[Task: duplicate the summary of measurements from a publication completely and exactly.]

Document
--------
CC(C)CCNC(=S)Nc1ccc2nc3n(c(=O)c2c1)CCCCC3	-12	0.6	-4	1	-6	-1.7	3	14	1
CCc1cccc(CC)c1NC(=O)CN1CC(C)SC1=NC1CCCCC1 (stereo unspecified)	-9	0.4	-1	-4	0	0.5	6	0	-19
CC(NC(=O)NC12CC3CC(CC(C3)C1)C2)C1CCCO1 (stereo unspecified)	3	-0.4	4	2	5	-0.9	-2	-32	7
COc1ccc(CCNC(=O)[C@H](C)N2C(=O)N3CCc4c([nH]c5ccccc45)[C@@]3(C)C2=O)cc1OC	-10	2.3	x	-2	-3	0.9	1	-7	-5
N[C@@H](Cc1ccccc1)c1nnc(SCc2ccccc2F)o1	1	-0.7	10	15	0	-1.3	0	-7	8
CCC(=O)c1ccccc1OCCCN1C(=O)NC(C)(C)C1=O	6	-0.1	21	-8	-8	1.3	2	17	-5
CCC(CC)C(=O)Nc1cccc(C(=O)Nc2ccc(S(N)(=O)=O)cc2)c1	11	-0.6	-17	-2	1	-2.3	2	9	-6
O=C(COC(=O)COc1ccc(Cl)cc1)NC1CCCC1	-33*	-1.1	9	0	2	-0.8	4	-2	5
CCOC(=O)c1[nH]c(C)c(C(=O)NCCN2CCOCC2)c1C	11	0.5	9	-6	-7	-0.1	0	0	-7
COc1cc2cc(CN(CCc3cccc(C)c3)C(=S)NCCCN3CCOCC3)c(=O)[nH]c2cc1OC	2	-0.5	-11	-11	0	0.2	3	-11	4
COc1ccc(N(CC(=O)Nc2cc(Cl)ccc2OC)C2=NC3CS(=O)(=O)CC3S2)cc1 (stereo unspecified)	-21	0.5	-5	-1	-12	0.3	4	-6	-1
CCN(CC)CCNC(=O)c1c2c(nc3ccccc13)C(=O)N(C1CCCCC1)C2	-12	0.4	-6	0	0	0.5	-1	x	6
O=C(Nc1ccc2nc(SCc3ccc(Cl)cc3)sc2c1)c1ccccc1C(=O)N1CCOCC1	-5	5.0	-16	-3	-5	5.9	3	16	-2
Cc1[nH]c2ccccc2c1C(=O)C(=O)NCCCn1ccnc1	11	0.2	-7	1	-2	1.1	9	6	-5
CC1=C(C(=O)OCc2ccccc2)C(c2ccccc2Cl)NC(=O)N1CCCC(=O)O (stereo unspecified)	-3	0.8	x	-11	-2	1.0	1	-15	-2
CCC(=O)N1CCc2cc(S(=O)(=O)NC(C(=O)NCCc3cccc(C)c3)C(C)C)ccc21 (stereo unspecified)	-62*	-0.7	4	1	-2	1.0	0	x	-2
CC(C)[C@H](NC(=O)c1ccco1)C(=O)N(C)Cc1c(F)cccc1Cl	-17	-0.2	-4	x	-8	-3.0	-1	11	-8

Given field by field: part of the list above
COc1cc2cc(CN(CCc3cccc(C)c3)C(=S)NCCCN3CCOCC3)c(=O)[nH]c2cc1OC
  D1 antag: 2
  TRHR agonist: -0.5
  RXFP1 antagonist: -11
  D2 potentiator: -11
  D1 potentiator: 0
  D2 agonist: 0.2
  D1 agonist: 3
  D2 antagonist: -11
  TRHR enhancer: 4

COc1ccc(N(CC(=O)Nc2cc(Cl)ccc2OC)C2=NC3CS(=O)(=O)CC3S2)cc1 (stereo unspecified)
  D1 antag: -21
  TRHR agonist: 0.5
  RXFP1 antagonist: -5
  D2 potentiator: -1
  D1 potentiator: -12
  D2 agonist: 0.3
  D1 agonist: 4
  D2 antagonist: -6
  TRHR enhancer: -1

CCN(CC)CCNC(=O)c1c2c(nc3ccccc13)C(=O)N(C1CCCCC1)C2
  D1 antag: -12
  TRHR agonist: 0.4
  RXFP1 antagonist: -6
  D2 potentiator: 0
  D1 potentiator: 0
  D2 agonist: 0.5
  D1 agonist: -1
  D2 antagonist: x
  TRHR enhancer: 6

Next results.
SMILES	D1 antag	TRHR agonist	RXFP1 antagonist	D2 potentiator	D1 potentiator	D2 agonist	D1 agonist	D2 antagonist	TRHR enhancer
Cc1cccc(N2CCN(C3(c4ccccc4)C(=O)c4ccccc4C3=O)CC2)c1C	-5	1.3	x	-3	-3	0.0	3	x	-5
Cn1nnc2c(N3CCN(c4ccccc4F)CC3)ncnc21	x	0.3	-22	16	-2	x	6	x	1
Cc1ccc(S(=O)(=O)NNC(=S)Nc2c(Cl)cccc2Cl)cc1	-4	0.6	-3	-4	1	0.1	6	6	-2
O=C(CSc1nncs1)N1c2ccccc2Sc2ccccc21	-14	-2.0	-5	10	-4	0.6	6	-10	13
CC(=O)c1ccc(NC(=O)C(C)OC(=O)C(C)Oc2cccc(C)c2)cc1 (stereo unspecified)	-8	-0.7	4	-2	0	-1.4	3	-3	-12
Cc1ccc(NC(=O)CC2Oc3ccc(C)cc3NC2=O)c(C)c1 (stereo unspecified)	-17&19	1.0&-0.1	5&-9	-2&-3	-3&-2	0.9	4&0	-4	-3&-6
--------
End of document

CC(C)CCNC(=S)Nc1ccc2nc3n(c(=O)c2c1)CCCCC3	-12	0.6	-4	1	-6	-1.7	3	14	1
CCc1cccc(CC)c1NC(=O)CN1CC(C)SC1=NC1CCCCC1 (stereo unspecified)	-9	0.4	-1	-4	0	0.5	6	0	-19
CC(NC(=O)NC12CC3CC(CC(C3)C1)C2)C1CCCO1 (stereo unspecified)	3	-0.4	4	2	5	-0.9	-2	-32	7
COc1ccc(CCNC(=O)[C@H](C)N2C(=O)N3CCc4c([nH]c5ccccc45)[C@@]3(C)C2=O)cc1OC	-10	2.3	x	-2	-3	0.9	1	-7	-5
N[C@@H](Cc1ccccc1)c1nnc(SCc2ccccc2F)o1	1	-0.7	10	15	0	-1.3	0	-7	8
CCC(=O)c1ccccc1OCCCN1C(=O)NC(C)(C)C1=O	6	-0.1	21	-8	-8	1.3	2	17	-5
CCC(CC)C(=O)Nc1cccc(C(=O)Nc2ccc(S(N)(=O)=O)cc2)c1	11	-0.6	-17	-2	1	-2.3	2	9	-6
O=C(COC(=O)COc1ccc(Cl)cc1)NC1CCCC1	-33*	-1.1	9	0	2	-0.8	4	-2	5
CCOC(=O)c1[nH]c(C)c(C(=O)NCCN2CCOCC2)c1C	11	0.5	9	-6	-7	-0.1	0	0	-7
COc1cc2cc(CN(CCc3cccc(C)c3)C(=S)NCCCN3CCOCC3)c(=O)[nH]c2cc1OC	2	-0.5	-11	-11	0	0.2	3	-11	4
COc1ccc(N(CC(=O)Nc2cc(Cl)ccc2OC)C2=NC3CS(=O)(=O)CC3S2)cc1 (stereo unspecified)	-21	0.5	-5	-1	-12	0.3	4	-6	-1
CCN(CC)CCNC(=O)c1c2c(nc3ccccc13)C(=O)N(C1CCCCC1)C2	-12	0.4	-6	0	0	0.5	-1	x	6
O=C(Nc1ccc2nc(SCc3ccc(Cl)cc3)sc2c1)c1ccccc1C(=O)N1CCOCC1	-5	5.0	-16	-3	-5	5.9	3	16	-2
Cc1[nH]c2ccccc2c1C(=O)C(=O)NCCCn1ccnc1	11	0.2	-7	1	-2	1.1	9	6	-5
CC1=C(C(=O)OCc2ccccc2)C(c2ccccc2Cl)NC(=O)N1CCCC(=O)O (stereo unspecified)	-3	0.8	x	-11	-2	1.0	1	-15	-2
CCC(=O)N1CCc2cc(S(=O)(=O)NC(C(=O)NCCc3cccc(C)c3)C(C)C)ccc21 (stereo unspecified)	-62*	-0.7	4	1	-2	1.0	0	x	-2
CC(C)[C@H](NC(=O)c1ccco1)C(=O)N(C)Cc1c(F)cccc1Cl	-17	-0.2	-4	x	-8	-3.0	-1	11	-8

Given field by field: part of the list above
COc1cc2cc(CN(CCc3cccc(C)c3)C(=S)NCCCN3CCOCC3)c(=O)[nH]c2cc1OC
  D1 antag: 2
  TRHR agonist: -0.5
  RXFP1 antagonist: -11
  D2 potentiator: -11
  D1 potentiator: 0
  D2 agonist: 0.2
  D1 agonist: 3
  D2 antagonist: -11
  TRHR enhancer: 4

COc1ccc(N(CC(=O)Nc2cc(Cl)ccc2OC)C2=NC3CS(=O)(=O)CC3S2)cc1 (stereo unspecified)
  D1 antag: -21
  TRHR agonist: 0.5
  RXFP1 antagonist: -5
  D2 potentiator: -1
  D1 potentiator: -12
  D2 agonist: 0.3
  D1 agonist: 4
  D2 antagonist: -6
  TRHR enhancer: -1

CCN(CC)CCNC(=O)c1c2c(nc3ccccc13)C(=O)N(C1CCCCC1)C2
  D1 antag: -12
  TRHR agonist: 0.4
  RXFP1 antagonist: -6
  D2 potentiator: 0
  D1 potentiator: 0
  D2 agonist: 0.5
  D1 agonist: -1
  D2 antagonist: x
  TRHR enhancer: 6

Next results.
SMILES	D1 antag	TRHR agonist	RXFP1 antagonist	D2 potentiator	D1 potentiator	D2 agonist	D1 agonist	D2 antagonist	TRHR enhancer
Cc1cccc(N2CCN(C3(c4ccccc4)C(=O)c4ccccc4C3=O)CC2)c1C	-5	1.3	x	-3	-3	0.0	3	x	-5
Cn1nnc2c(N3CCN(c4ccccc4F)CC3)ncnc21	x	0.3	-22	16	-2	x	6	x	1
Cc1ccc(S(=O)(=O)NNC(=S)Nc2c(Cl)cccc2Cl)cc1	-4	0.6	-3	-4	1	0.1	6	6	-2
O=C(CSc1nncs1)N1c2ccccc2Sc2ccccc21	-14	-2.0	-5	10	-4	0.6	6	-10	13
CC(=O)c1ccc(NC(=O)C(C)OC(=O)C(C)Oc2cccc(C)c2)cc1 (stereo unspecified)	-8	-0.7	4	-2	0	-1.4	3	-3	-12
Cc1ccc(NC(=O)CC2Oc3ccc(C)cc3NC2=O)c(C)c1 (stereo unspecified)	-17&19	1.0&-0.1	5&-9	-2&-3	-3&-2	0.9	4&0	-4	-3&-6